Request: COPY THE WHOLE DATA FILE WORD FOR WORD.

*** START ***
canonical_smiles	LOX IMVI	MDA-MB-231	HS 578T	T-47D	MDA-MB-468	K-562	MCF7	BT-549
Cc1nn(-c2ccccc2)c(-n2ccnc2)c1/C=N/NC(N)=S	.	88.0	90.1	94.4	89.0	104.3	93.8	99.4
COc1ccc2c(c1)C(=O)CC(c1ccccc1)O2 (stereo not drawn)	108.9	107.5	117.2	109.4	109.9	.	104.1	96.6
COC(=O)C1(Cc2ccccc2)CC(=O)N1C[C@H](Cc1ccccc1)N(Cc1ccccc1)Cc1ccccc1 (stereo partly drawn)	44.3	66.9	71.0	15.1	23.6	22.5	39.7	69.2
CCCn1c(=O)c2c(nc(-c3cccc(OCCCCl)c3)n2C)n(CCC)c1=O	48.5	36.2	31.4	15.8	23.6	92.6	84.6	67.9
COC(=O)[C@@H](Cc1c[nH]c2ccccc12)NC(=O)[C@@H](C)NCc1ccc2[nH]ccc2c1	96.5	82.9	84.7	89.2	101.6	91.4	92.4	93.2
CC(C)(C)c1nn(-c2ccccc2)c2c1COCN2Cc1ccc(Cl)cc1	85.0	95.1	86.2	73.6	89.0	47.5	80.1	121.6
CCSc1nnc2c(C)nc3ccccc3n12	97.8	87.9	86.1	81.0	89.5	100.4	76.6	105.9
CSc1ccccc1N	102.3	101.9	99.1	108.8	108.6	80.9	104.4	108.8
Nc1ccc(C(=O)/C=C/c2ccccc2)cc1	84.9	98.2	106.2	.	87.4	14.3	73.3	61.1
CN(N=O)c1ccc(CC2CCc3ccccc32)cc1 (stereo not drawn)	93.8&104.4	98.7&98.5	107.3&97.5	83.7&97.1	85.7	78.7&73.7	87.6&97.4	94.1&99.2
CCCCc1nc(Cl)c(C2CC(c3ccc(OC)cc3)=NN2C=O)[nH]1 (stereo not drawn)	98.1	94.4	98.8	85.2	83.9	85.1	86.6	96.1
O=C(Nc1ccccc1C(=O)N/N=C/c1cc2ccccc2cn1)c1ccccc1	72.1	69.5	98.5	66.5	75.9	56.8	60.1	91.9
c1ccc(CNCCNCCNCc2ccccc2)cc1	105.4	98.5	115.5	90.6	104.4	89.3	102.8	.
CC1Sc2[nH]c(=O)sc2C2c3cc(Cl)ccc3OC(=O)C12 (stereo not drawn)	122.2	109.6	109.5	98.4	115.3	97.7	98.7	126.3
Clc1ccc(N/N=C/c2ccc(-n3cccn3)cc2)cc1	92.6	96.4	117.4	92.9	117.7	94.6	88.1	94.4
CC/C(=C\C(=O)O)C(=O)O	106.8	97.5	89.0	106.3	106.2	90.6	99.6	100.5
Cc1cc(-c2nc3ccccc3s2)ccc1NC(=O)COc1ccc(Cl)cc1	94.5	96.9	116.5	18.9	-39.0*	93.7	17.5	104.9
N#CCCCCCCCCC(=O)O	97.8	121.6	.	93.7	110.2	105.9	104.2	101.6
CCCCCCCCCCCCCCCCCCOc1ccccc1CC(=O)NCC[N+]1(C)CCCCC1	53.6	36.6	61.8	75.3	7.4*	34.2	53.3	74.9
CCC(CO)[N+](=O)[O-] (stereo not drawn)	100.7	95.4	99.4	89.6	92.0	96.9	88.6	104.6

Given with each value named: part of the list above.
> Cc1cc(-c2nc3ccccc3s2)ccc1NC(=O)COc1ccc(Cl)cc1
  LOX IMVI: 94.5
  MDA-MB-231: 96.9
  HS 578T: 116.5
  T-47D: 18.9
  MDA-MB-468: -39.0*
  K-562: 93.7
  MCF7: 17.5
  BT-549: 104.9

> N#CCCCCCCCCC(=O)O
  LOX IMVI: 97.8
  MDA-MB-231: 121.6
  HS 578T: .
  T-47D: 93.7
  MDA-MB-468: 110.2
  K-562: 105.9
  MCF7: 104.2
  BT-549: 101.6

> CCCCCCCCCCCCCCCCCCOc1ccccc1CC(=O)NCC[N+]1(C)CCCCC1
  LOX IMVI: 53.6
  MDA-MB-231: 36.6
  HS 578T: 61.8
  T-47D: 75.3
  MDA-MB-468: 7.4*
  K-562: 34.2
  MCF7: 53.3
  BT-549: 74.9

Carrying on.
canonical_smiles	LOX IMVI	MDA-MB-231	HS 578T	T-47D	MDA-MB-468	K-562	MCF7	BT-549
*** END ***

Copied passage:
canonical_smiles	LOX IMVI	MDA-MB-231	HS 578T	T-47D	MDA-MB-468	K-562	MCF7	BT-549
Cc1nn(-c2ccccc2)c(-n2ccnc2)c1/C=N/NC(N)=S	.	88.0	90.1	94.4	89.0	104.3	93.8	99.4
COc1ccc2c(c1)C(=O)CC(c1ccccc1)O2 (stereo not drawn)	108.9	107.5	117.2	109.4	109.9	.	104.1	96.6
COC(=O)C1(Cc2ccccc2)CC(=O)N1C[C@H](Cc1ccccc1)N(Cc1ccccc1)Cc1ccccc1 (stereo partly drawn)	44.3	66.9	71.0	15.1	23.6	22.5	39.7	69.2
CCCn1c(=O)c2c(nc(-c3cccc(OCCCCl)c3)n2C)n(CCC)c1=O	48.5	36.2	31.4	15.8	23.6	92.6	84.6	67.9
COC(=O)[C@@H](Cc1c[nH]c2ccccc12)NC(=O)[C@@H](C)NCc1ccc2[nH]ccc2c1	96.5	82.9	84.7	89.2	101.6	91.4	92.4	93.2
CC(C)(C)c1nn(-c2ccccc2)c2c1COCN2Cc1ccc(Cl)cc1	85.0	95.1	86.2	73.6	89.0	47.5	80.1	121.6
CCSc1nnc2c(C)nc3ccccc3n12	97.8	87.9	86.1	81.0	89.5	100.4	76.6	105.9
CSc1ccccc1N	102.3	101.9	99.1	108.8	108.6	80.9	104.4	108.8
Nc1ccc(C(=O)/C=C/c2ccccc2)cc1	84.9	98.2	106.2	.	87.4	14.3	73.3	61.1
CN(N=O)c1ccc(CC2CCc3ccccc32)cc1 (stereo not drawn)	93.8&104.4	98.7&98.5	107.3&97.5	83.7&97.1	85.7	78.7&73.7	87.6&97.4	94.1&99.2
CCCCc1nc(Cl)c(C2CC(c3ccc(OC)cc3)=NN2C=O)[nH]1 (stereo not drawn)	98.1	94.4	98.8	85.2	83.9	85.1	86.6	96.1
O=C(Nc1ccccc1C(=O)N/N=C/c1cc2ccccc2cn1)c1ccccc1	72.1	69.5	98.5	66.5	75.9	56.8	60.1	91.9
c1ccc(CNCCNCCNCc2ccccc2)cc1	105.4	98.5	115.5	90.6	104.4	89.3	102.8	.
CC1Sc2[nH]c(=O)sc2C2c3cc(Cl)ccc3OC(=O)C12 (stereo not drawn)	122.2	109.6	109.5	98.4	115.3	97.7	98.7	126.3
Clc1ccc(N/N=C/c2ccc(-n3cccn3)cc2)cc1	92.6	96.4	117.4	92.9	117.7	94.6	88.1	94.4
CC/C(=C\C(=O)O)C(=O)O	106.8	97.5	89.0	106.3	106.2	90.6	99.6	100.5
Cc1cc(-c2nc3ccccc3s2)ccc1NC(=O)COc1ccc(Cl)cc1	94.5	96.9	116.5	18.9	-39.0*	93.7	17.5	104.9
N#CCCCCCCCCC(=O)O	97.8	121.6	.	93.7	110.2	105.9	104.2	101.6
CCCCCCCCCCCCCCCCCCOc1ccccc1CC(=O)NCC[N+]1(C)CCCCC1	53.6	36.6	61.8	75.3	7.4*	34.2	53.3	74.9
CCC(CO)[N+](=O)[O-] (stereo not drawn)	100.7	95.4	99.4	89.6	92.0	96.9	88.6	104.6

Given with each value named: part of the list above.
> Cc1cc(-c2nc3ccccc3s2)ccc1NC(=O)COc1ccc(Cl)cc1
  LOX IMVI: 94.5
  MDA-MB-231: 96.9
  HS 578T: 116.5
  T-47D: 18.9
  MDA-MB-468: -39.0*
  K-562: 93.7
  MCF7: 17.5
  BT-549: 104.9

> N#CCCCCCCCCC(=O)O
  LOX IMVI: 97.8
  MDA-MB-231: 121.6
  HS 578T: .
  T-47D: 93.7
  MDA-MB-468: 110.2
  K-562: 105.9
  MCF7: 104.2
  BT-549: 101.6

> CCCCCCCCCCCCCCCCCCOc1ccccc1CC(=O)NCC[N+]1(C)CCCCC1
  LOX IMVI: 53.6
  MDA-MB-231: 36.6
  HS 578T: 61.8
  T-47D: 75.3
  MDA-MB-468: 7.4*
  K-562: 34.2
  MCF7: 53.3
  BT-549: 74.9

Carrying on.
canonical_smiles	LOX IMVI	MDA-MB-231	HS 578T	T-47D	MDA-MB-468	K-562	MCF7	BT-549